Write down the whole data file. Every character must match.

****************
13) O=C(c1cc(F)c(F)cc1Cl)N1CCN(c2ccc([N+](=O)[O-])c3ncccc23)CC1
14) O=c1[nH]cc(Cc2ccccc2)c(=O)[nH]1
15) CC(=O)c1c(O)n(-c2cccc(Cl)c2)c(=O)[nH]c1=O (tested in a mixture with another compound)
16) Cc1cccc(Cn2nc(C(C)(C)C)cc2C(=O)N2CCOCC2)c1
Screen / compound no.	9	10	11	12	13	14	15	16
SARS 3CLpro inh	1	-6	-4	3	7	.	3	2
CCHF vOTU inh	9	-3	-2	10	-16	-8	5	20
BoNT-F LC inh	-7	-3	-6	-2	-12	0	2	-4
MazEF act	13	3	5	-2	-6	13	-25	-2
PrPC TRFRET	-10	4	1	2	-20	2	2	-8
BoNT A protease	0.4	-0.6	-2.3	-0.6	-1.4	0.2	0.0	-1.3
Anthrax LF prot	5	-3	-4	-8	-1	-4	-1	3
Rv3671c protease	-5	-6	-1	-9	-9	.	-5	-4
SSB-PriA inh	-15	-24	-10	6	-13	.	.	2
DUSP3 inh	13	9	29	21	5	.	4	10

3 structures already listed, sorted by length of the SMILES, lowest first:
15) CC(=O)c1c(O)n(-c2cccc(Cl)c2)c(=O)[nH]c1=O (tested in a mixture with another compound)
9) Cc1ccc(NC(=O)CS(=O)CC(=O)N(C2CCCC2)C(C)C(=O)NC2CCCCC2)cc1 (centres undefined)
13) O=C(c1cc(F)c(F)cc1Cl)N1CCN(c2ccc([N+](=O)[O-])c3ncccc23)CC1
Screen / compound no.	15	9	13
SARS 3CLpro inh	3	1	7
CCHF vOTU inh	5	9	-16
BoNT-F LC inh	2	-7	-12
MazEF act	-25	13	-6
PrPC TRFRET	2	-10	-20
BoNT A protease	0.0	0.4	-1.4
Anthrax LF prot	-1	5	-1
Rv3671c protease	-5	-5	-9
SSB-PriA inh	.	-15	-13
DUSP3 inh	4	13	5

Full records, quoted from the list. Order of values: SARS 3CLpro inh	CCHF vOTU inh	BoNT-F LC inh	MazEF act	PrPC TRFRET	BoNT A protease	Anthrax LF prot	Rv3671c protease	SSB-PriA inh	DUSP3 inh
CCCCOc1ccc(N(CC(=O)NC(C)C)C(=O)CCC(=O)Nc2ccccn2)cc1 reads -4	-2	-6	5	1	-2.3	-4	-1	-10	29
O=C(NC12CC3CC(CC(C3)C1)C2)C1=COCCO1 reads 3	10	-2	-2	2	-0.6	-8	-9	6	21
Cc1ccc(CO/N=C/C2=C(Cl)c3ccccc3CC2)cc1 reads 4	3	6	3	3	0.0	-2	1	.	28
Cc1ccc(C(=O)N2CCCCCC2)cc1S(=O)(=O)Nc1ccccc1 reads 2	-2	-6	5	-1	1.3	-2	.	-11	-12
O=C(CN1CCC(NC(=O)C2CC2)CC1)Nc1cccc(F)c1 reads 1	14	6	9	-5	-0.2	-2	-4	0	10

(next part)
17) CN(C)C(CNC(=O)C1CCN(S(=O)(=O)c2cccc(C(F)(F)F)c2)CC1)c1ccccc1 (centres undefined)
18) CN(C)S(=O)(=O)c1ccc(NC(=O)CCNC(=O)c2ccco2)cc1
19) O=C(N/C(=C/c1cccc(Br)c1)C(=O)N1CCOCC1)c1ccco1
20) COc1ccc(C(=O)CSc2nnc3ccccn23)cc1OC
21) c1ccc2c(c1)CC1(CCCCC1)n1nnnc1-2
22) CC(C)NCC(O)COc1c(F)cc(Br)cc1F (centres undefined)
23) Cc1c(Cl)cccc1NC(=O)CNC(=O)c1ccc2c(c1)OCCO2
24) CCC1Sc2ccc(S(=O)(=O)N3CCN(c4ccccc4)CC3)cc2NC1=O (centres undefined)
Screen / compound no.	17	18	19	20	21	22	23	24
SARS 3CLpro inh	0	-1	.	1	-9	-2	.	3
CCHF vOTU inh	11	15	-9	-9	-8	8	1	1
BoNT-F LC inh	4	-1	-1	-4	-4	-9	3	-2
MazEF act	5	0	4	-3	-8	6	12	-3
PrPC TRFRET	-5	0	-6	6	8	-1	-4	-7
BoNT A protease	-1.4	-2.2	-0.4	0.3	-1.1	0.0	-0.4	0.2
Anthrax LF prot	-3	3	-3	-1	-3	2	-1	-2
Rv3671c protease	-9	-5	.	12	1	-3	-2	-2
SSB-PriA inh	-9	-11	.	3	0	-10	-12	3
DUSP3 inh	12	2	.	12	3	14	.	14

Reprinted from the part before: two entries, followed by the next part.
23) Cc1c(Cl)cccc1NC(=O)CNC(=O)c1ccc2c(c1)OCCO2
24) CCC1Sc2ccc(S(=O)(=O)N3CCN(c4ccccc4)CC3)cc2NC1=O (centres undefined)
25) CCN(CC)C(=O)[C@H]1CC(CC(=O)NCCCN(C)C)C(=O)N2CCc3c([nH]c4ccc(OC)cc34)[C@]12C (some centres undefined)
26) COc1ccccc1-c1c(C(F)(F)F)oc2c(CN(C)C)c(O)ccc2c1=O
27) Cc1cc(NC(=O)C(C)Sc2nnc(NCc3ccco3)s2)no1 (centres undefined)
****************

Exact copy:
13) O=C(c1cc(F)c(F)cc1Cl)N1CCN(c2ccc([N+](=O)[O-])c3ncccc23)CC1
14) O=c1[nH]cc(Cc2ccccc2)c(=O)[nH]1
15) CC(=O)c1c(O)n(-c2cccc(Cl)c2)c(=O)[nH]c1=O (tested in a mixture with another compound)
16) Cc1cccc(Cn2nc(C(C)(C)C)cc2C(=O)N2CCOCC2)c1
Screen / compound no.	9	10	11	12	13	14	15	16
SARS 3CLpro inh	1	-6	-4	3	7	.	3	2
CCHF vOTU inh	9	-3	-2	10	-16	-8	5	20
BoNT-F LC inh	-7	-3	-6	-2	-12	0	2	-4
MazEF act	13	3	5	-2	-6	13	-25	-2
PrPC TRFRET	-10	4	1	2	-20	2	2	-8
BoNT A protease	0.4	-0.6	-2.3	-0.6	-1.4	0.2	0.0	-1.3
Anthrax LF prot	5	-3	-4	-8	-1	-4	-1	3
Rv3671c protease	-5	-6	-1	-9	-9	.	-5	-4
SSB-PriA inh	-15	-24	-10	6	-13	.	.	2
DUSP3 inh	13	9	29	21	5	.	4	10

3 structures already listed, sorted by length of the SMILES, lowest first:
15) CC(=O)c1c(O)n(-c2cccc(Cl)c2)c(=O)[nH]c1=O (tested in a mixture with another compound)
9) Cc1ccc(NC(=O)CS(=O)CC(=O)N(C2CCCC2)C(C)C(=O)NC2CCCCC2)cc1 (centres undefined)
13) O=C(c1cc(F)c(F)cc1Cl)N1CCN(c2ccc([N+](=O)[O-])c3ncccc23)CC1
Screen / compound no.	15	9	13
SARS 3CLpro inh	3	1	7
CCHF vOTU inh	5	9	-16
BoNT-F LC inh	2	-7	-12
MazEF act	-25	13	-6
PrPC TRFRET	2	-10	-20
BoNT A protease	0.0	0.4	-1.4
Anthrax LF prot	-1	5	-1
Rv3671c protease	-5	-5	-9
SSB-PriA inh	.	-15	-13
DUSP3 inh	4	13	5

Full records, quoted from the list. Order of values: SARS 3CLpro inh	CCHF vOTU inh	BoNT-F LC inh	MazEF act	PrPC TRFRET	BoNT A protease	Anthrax LF prot	Rv3671c protease	SSB-PriA inh	DUSP3 inh
CCCCOc1ccc(N(CC(=O)NC(C)C)C(=O)CCC(=O)Nc2ccccn2)cc1 reads -4	-2	-6	5	1	-2.3	-4	-1	-10	29
O=C(NC12CC3CC(CC(C3)C1)C2)C1=COCCO1 reads 3	10	-2	-2	2	-0.6	-8	-9	6	21
Cc1ccc(CO/N=C/C2=C(Cl)c3ccccc3CC2)cc1 reads 4	3	6	3	3	0.0	-2	1	.	28
Cc1ccc(C(=O)N2CCCCCC2)cc1S(=O)(=O)Nc1ccccc1 reads 2	-2	-6	5	-1	1.3	-2	.	-11	-12
O=C(CN1CCC(NC(=O)C2CC2)CC1)Nc1cccc(F)c1 reads 1	14	6	9	-5	-0.2	-2	-4	0	10

(next part)
17) CN(C)C(CNC(=O)C1CCN(S(=O)(=O)c2cccc(C(F)(F)F)c2)CC1)c1ccccc1 (centres undefined)
18) CN(C)S(=O)(=O)c1ccc(NC(=O)CCNC(=O)c2ccco2)cc1
19) O=C(N/C(=C/c1cccc(Br)c1)C(=O)N1CCOCC1)c1ccco1
20) COc1ccc(C(=O)CSc2nnc3ccccn23)cc1OC
21) c1ccc2c(c1)CC1(CCCCC1)n1nnnc1-2
22) CC(C)NCC(O)COc1c(F)cc(Br)cc1F (centres undefined)
23) Cc1c(Cl)cccc1NC(=O)CNC(=O)c1ccc2c(c1)OCCO2
24) CCC1Sc2ccc(S(=O)(=O)N3CCN(c4ccccc4)CC3)cc2NC1=O (centres undefined)
Screen / compound no.	17	18	19	20	21	22	23	24
SARS 3CLpro inh	0	-1	.	1	-9	-2	.	3
CCHF vOTU inh	11	15	-9	-9	-8	8	1	1
BoNT-F LC inh	4	-1	-1	-4	-4	-9	3	-2
MazEF act	5	0	4	-3	-8	6	12	-3
PrPC TRFRET	-5	0	-6	6	8	-1	-4	-7
BoNT A protease	-1.4	-2.2	-0.4	0.3	-1.1	0.0	-0.4	0.2
Anthrax LF prot	-3	3	-3	-1	-3	2	-1	-2
Rv3671c protease	-9	-5	.	12	1	-3	-2	-2
SSB-PriA inh	-9	-11	.	3	0	-10	-12	3
DUSP3 inh	12	2	.	12	3	14	.	14

Reprinted from the part before: two entries, followed by the next part.
23) Cc1c(Cl)cccc1NC(=O)CNC(=O)c1ccc2c(c1)OCCO2
24) CCC1Sc2ccc(S(=O)(=O)N3CCN(c4ccccc4)CC3)cc2NC1=O (centres undefined)
25) CCN(CC)C(=O)[C@H]1CC(CC(=O)NCCCN(C)C)C(=O)N2CCc3c([nH]c4ccc(OC)cc34)[C@]12C (some centres undefined)
26) COc1ccccc1-c1c(C(F)(F)F)oc2c(CN(C)C)c(O)ccc2c1=O
27) Cc1cc(NC(=O)C(C)Sc2nnc(NCc3ccco3)s2)no1 (centres undefined)